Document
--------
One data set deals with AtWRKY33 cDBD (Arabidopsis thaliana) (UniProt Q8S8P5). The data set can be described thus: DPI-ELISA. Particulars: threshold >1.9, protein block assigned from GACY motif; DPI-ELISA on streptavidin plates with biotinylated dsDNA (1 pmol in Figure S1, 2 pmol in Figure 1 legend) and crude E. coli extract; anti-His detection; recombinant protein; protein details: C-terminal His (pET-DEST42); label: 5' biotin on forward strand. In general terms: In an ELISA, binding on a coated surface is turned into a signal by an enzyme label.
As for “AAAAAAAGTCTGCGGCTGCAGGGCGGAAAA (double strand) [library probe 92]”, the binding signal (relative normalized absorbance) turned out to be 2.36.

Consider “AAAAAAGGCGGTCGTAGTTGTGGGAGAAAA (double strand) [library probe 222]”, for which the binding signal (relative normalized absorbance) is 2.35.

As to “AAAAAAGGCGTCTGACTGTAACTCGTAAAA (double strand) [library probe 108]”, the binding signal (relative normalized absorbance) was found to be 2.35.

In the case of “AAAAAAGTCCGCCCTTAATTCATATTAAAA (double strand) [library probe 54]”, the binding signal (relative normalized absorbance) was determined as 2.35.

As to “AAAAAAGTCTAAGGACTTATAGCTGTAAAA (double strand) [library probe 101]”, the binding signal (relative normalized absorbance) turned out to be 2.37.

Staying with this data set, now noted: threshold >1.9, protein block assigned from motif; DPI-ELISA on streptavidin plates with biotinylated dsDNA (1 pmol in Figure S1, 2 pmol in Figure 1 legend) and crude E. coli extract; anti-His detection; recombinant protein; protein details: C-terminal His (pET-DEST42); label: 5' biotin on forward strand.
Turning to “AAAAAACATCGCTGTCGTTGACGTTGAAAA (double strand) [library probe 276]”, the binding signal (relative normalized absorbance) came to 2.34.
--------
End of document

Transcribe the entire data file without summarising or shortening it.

One data set deals with AtWRKY33 cDBD (Arabidopsis thaliana) (UniProt Q8S8P5). The data set can be described thus: DPI-ELISA. Particulars: threshold >1.9, protein block assigned from GACY motif; DPI-ELISA on streptavidin plates with biotinylated dsDNA (1 pmol in Figure S1, 2 pmol in Figure 1 legend) and crude E. coli extract; anti-His detection; recombinant protein; protein details: C-terminal His (pET-DEST42); label: 5' biotin on forward strand. In general terms: In an ELISA, binding on a coated surface is turned into a signal by an enzyme label.
As for “AAAAAAAGTCTGCGGCTGCAGGGCGGAAAA (double strand) [library probe 92]”, the binding signal (relative normalized absorbance) turned out to be 2.36.

Consider “AAAAAAGGCGGTCGTAGTTGTGGGAGAAAA (double strand) [library probe 222]”, for which the binding signal (relative normalized absorbance) is 2.35.

As to “AAAAAAGGCGTCTGACTGTAACTCGTAAAA (double strand) [library probe 108]”, the binding signal (relative normalized absorbance) was found to be 2.35.

In the case of “AAAAAAGTCCGCCCTTAATTCATATTAAAA (double strand) [library probe 54]”, the binding signal (relative normalized absorbance) was determined as 2.35.

As to “AAAAAAGTCTAAGGACTTATAGCTGTAAAA (double strand) [library probe 101]”, the binding signal (relative normalized absorbance) turned out to be 2.37.

Staying with this data set, now noted: threshold >1.9, protein block assigned from motif; DPI-ELISA on streptavidin plates with biotinylated dsDNA (1 pmol in Figure S1, 2 pmol in Figure 1 legend) and crude E. coli extract; anti-His detection; recombinant protein; protein details: C-terminal His (pET-DEST42); label: 5' biotin on forward strand.
Turning to “AAAAAACATCGCTGTCGTTGACGTTGAAAA (double strand) [library probe 276]”, the binding signal (relative normalized absorbance) came to 2.34.